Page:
All of Tamil Nadu's 39 seats, and half of Karnataka's 28, will be decided today. 

The south is a key region where the main opposition Congress party and its allies need to win big if they hope to have any chance of ousting Narendra Modi's Bharatiya Janata Party (BJP).

"If the non-BJP parties perform well in these two states, then they would still be having a chance of forming a non-BJP government at the centre," Sanjay Kumar, director of the Centre for the Study of Developing Societies in Delhi, told Reuters.

Adam Withnall18 April 2019 05:03
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It's still early in the day, but some of the main political leaders in the seats at stake today have already been casting their ballots.

Among the first was the chief minister of Tamil Nadu, Edappadi K Palanisamy, a member of the regional AIADMK party in alliance with the BJP.

In Karnataka, the BJP leader and union government Defence Minister Nirmala Sitharaman voted in Bangalore South.

And in Puducherry, Chief Minister V Narayanasamy was pictured casting his vote at a polling station earlier. 

Adam Withnall18 April 2019 05:17
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Rahul Gandhi has tweeted to all those voting today, to promote Congress's Nyuntam Aay Yojana, or NYAY scheme, offering a minimum income guarantee to the poorest people in the country.

Adam Withnall18 April 2019 05:23
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The Indian election is a huge logistical undertaking, and some polling stations are equipped to higher standards than others.

According to Times of India, this "model" polling station in Srirangapatana has two wheel chairs for voters to use, a ramp, drinking water provided and no-queue voting for senior citizens. 

Meanwhile in Bhagalpur, Bihar, pictures from the ANI agency tell a different story of access for the elderly...

  

Adam Withnall18 April 2019 05:43
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Srinagar, the biggest city in Jammu and Kashmir state, goes to the polls today amid extremely tight security.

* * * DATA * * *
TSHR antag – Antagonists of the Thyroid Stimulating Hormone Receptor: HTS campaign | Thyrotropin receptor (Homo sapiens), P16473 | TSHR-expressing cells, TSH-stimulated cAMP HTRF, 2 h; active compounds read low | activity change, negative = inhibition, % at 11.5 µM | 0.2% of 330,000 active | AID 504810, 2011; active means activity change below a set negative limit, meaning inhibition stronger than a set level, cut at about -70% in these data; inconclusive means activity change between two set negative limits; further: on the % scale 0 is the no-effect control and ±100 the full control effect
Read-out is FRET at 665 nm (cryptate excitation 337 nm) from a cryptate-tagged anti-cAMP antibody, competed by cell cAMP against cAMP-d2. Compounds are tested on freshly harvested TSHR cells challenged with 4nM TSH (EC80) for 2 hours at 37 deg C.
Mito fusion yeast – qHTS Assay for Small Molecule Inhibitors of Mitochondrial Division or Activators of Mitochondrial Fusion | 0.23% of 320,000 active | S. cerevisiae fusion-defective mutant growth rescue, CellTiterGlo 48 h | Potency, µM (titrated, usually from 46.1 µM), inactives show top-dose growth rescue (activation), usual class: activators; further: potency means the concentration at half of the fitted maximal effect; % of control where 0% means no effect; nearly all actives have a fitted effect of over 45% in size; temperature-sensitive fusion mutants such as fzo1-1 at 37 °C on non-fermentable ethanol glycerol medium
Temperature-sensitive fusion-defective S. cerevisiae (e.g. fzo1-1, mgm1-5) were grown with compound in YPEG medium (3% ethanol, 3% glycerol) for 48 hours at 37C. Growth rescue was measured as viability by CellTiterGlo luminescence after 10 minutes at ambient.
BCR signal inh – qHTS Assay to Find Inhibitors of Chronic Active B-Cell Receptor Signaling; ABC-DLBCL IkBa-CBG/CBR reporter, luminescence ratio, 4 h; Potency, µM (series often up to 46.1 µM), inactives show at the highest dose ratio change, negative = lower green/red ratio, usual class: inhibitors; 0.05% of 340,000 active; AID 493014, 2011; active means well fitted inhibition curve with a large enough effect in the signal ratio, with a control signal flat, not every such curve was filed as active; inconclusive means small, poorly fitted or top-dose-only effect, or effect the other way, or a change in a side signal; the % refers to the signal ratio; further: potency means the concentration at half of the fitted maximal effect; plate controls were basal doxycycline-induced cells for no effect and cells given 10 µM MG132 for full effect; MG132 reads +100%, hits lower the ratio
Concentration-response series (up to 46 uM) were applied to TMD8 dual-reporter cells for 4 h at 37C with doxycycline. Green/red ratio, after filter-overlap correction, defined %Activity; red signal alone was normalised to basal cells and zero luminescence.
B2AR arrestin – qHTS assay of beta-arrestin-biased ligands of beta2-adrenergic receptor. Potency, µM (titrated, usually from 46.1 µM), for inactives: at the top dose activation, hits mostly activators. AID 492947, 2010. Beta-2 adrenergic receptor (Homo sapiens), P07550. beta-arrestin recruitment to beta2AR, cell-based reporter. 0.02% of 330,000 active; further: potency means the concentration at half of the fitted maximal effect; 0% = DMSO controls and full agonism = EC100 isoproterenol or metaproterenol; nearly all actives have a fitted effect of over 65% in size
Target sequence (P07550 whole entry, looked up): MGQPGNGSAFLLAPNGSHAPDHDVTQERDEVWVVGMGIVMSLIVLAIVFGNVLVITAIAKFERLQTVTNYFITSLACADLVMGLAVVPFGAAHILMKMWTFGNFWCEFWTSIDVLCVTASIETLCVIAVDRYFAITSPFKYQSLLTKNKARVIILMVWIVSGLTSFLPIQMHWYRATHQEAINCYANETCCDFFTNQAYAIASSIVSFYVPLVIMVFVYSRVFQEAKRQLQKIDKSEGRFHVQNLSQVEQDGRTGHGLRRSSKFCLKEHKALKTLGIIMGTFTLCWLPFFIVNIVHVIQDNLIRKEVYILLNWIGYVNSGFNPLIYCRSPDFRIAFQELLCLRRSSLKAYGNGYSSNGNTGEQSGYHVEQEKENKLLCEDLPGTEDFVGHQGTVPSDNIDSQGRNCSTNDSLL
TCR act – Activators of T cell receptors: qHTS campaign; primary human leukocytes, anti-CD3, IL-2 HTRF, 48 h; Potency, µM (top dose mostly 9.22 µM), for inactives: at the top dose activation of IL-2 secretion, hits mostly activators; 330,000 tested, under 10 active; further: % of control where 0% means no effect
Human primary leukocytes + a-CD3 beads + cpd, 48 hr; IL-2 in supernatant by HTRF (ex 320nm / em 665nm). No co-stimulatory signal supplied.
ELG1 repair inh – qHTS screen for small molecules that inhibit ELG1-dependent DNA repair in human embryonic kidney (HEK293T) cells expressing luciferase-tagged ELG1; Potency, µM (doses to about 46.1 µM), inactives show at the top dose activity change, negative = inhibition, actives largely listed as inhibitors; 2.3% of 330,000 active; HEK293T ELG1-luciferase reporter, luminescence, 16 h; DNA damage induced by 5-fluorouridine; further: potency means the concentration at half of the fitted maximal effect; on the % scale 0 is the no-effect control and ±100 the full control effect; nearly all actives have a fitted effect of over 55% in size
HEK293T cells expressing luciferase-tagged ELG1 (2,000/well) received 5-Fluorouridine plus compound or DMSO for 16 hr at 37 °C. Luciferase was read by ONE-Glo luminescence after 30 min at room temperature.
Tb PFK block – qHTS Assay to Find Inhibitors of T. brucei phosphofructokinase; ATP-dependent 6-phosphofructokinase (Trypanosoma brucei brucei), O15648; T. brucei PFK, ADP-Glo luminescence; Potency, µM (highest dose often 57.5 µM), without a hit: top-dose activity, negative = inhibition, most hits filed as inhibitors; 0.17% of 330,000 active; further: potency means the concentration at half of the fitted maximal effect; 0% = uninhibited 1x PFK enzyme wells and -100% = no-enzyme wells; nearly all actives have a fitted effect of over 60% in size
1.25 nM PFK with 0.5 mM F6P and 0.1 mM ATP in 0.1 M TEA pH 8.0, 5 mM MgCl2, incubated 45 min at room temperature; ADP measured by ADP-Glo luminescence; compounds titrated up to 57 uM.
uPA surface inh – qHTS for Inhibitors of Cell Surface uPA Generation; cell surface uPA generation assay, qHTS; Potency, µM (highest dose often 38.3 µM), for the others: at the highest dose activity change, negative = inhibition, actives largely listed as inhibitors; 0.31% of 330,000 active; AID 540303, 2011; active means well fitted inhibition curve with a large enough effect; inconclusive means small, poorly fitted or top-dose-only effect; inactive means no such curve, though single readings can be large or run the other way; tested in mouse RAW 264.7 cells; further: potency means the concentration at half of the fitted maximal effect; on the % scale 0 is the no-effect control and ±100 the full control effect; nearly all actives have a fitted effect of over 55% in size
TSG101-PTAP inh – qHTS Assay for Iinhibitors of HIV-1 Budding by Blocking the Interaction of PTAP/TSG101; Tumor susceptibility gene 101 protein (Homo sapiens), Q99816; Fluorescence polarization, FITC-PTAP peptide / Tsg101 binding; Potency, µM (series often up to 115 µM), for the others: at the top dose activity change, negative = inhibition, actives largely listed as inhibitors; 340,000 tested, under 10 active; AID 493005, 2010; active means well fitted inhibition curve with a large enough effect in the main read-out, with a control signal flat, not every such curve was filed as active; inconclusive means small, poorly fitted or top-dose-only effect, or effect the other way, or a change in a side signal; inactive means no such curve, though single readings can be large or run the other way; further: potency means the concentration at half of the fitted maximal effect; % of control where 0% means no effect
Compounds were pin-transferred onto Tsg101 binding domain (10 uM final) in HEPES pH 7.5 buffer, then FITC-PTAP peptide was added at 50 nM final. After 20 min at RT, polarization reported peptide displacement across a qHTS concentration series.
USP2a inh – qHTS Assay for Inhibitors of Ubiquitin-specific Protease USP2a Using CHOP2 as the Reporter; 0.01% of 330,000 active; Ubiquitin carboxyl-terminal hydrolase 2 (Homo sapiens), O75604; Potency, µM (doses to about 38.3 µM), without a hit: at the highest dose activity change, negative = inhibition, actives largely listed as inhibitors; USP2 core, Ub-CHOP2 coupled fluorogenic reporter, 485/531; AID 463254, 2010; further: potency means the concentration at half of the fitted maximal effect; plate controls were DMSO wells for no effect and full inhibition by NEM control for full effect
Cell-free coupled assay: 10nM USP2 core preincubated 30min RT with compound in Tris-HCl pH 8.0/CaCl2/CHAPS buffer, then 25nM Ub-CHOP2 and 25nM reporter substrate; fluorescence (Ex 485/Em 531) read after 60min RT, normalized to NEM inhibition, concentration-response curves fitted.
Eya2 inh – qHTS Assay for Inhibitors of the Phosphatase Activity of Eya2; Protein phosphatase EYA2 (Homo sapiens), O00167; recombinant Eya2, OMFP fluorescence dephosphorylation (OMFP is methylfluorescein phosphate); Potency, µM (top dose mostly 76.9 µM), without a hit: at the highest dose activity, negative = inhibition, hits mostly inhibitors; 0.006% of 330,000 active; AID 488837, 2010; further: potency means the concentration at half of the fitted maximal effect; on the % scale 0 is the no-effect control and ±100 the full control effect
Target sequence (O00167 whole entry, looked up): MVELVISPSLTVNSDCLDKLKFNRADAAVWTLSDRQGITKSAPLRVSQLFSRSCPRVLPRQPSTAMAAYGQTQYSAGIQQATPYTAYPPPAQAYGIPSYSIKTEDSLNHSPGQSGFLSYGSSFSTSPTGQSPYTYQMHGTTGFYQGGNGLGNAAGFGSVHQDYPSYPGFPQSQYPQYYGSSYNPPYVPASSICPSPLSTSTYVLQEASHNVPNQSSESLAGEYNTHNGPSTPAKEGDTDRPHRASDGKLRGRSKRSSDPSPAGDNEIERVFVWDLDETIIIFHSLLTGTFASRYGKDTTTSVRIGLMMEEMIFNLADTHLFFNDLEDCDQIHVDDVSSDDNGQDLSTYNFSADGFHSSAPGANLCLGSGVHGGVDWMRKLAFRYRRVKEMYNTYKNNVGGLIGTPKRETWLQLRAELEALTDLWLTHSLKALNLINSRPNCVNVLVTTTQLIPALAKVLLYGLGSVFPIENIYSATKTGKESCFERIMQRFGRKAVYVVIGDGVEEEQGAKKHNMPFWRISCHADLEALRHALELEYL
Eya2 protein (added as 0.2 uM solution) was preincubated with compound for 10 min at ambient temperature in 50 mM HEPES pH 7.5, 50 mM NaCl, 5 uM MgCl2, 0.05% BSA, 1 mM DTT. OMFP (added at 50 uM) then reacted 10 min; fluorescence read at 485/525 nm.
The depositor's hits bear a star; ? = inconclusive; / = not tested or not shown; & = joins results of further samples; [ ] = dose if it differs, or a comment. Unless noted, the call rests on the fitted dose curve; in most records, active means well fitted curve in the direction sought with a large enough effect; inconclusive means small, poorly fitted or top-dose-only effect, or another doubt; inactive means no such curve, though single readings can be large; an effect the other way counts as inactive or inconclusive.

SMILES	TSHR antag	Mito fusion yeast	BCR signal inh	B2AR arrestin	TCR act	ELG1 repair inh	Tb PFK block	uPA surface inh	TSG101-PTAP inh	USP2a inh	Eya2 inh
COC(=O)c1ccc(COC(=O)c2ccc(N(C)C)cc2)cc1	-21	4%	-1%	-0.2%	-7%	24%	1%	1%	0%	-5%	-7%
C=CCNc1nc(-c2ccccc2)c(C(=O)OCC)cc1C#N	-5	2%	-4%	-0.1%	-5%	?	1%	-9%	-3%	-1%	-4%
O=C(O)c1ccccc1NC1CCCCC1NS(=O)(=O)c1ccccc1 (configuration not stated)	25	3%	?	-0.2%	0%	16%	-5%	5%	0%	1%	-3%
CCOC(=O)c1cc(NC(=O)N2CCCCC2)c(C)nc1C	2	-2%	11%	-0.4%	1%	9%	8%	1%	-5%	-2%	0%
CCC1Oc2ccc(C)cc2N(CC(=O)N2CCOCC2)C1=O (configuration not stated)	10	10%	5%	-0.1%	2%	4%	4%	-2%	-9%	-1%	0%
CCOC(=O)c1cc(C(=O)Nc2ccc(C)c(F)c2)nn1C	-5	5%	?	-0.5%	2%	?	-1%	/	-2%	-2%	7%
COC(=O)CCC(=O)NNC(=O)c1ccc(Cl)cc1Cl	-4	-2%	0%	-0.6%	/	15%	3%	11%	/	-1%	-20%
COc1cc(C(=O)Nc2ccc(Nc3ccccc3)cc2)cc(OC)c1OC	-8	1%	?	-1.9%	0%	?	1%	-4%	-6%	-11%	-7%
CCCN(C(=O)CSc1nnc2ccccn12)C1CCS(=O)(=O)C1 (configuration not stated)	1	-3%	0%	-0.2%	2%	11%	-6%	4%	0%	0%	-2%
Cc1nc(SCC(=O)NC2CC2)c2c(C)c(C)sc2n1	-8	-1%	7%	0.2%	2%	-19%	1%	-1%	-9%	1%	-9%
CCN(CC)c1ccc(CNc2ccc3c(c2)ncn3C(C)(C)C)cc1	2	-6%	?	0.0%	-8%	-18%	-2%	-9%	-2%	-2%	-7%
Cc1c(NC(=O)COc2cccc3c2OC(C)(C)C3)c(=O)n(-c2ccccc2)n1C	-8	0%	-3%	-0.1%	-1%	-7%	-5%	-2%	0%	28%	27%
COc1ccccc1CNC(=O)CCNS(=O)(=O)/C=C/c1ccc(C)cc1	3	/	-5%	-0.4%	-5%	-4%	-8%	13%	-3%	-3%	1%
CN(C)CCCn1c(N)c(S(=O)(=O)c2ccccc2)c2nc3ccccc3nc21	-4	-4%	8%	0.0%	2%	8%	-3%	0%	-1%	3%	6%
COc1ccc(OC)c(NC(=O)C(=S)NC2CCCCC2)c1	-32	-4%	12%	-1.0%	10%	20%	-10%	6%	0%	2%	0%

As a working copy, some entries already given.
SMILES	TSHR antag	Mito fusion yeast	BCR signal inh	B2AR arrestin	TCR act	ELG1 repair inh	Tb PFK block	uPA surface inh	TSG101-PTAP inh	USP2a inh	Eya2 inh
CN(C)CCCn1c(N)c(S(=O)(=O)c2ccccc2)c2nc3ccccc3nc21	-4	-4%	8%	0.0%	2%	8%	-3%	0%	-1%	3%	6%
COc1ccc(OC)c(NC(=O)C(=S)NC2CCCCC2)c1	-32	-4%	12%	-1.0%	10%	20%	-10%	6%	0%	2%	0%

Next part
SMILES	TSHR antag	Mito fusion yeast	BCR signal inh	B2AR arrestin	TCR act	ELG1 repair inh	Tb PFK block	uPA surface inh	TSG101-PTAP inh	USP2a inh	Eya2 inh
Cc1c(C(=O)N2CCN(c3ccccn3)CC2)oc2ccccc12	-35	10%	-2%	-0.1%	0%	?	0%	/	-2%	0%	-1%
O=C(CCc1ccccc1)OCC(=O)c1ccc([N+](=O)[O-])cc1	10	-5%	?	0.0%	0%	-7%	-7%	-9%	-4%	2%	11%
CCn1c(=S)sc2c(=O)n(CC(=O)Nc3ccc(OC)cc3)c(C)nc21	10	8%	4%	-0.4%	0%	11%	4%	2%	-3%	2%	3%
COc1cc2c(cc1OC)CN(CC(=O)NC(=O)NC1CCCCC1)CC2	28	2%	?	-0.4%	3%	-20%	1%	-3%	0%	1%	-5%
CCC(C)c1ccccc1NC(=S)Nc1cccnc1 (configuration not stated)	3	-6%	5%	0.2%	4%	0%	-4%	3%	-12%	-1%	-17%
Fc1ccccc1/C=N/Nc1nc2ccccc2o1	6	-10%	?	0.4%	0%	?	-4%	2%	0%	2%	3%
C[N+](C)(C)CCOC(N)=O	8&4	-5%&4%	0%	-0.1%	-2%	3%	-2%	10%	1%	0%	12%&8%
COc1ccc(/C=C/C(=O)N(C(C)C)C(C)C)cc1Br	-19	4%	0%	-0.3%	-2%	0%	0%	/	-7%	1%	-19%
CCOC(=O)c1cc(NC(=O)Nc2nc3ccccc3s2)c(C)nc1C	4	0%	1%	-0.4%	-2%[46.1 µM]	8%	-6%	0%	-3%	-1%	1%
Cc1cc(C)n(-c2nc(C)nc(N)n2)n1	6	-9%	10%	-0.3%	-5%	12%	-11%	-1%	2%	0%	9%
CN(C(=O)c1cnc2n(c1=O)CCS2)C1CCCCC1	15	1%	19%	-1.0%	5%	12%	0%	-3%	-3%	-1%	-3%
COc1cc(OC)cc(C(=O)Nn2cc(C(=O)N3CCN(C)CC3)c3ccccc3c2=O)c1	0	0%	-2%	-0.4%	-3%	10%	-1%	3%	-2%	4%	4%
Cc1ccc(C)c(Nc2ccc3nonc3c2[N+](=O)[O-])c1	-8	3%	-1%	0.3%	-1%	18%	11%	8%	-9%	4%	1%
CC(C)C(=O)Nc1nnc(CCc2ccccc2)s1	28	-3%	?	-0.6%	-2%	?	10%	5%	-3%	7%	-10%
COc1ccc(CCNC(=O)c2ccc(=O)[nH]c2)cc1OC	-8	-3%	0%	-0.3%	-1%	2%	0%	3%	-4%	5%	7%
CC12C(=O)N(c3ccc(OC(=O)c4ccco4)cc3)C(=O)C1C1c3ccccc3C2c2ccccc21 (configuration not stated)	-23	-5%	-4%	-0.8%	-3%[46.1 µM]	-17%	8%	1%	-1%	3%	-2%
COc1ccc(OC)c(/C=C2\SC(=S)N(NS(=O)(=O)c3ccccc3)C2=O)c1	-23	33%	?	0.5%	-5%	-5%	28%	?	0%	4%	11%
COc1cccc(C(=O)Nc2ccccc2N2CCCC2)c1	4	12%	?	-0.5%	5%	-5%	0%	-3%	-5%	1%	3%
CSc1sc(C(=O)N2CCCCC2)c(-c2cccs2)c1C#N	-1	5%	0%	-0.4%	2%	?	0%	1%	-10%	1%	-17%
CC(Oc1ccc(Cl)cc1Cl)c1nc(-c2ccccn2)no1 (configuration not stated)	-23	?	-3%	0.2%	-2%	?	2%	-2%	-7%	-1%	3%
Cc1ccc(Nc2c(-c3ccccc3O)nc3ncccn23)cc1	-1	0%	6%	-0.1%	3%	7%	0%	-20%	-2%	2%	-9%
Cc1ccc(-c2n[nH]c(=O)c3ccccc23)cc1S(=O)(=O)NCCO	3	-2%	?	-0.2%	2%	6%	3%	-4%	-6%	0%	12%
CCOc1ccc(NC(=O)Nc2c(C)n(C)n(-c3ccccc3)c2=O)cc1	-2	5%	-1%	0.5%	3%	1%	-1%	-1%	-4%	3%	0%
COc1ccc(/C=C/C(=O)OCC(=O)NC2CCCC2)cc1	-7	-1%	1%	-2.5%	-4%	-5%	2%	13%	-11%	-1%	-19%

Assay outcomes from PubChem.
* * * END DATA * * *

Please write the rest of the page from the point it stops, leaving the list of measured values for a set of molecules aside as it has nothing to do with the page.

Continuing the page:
Mobile internet services have been cut off in much of the Kashmir valley since last night, in what authorities described as a precautionary measure. 

Picture feeds showed some people turning out to vote but, with separatist leaders calling for a boycott of the election, the Associated Press in Srinagar reported that most polling stations in the Srinagar and Budgam areas of Kashmir looked deserted, with more armed police, paramilitary soldiers and election staff present than voters.

Adam Withnall18 April 2019 05:57
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In southern Karnataka, both the BJP and Congress are hoping to make up seats, with the expectation that Mr Modi is unlikely to be able to repeat the near clean sweep he achieved across northern states in 2014.

But it's also true that the BJP's Hindu-first agenda has struggled to take root to the same extent in the southern states.

Critics say such divisive election rhetoric is a threat to India's secular foundations.

"Communal polarisation is obviously the biggest issue for me," said Rakesh Mehar, who voted in Karnataka's capital, Bengaluru. "And the growing intolerance in the country is what worries me the most."

While it is being seen as a referendum on Mr Modi's first five years in office, this election is not just about what is going on with the central government.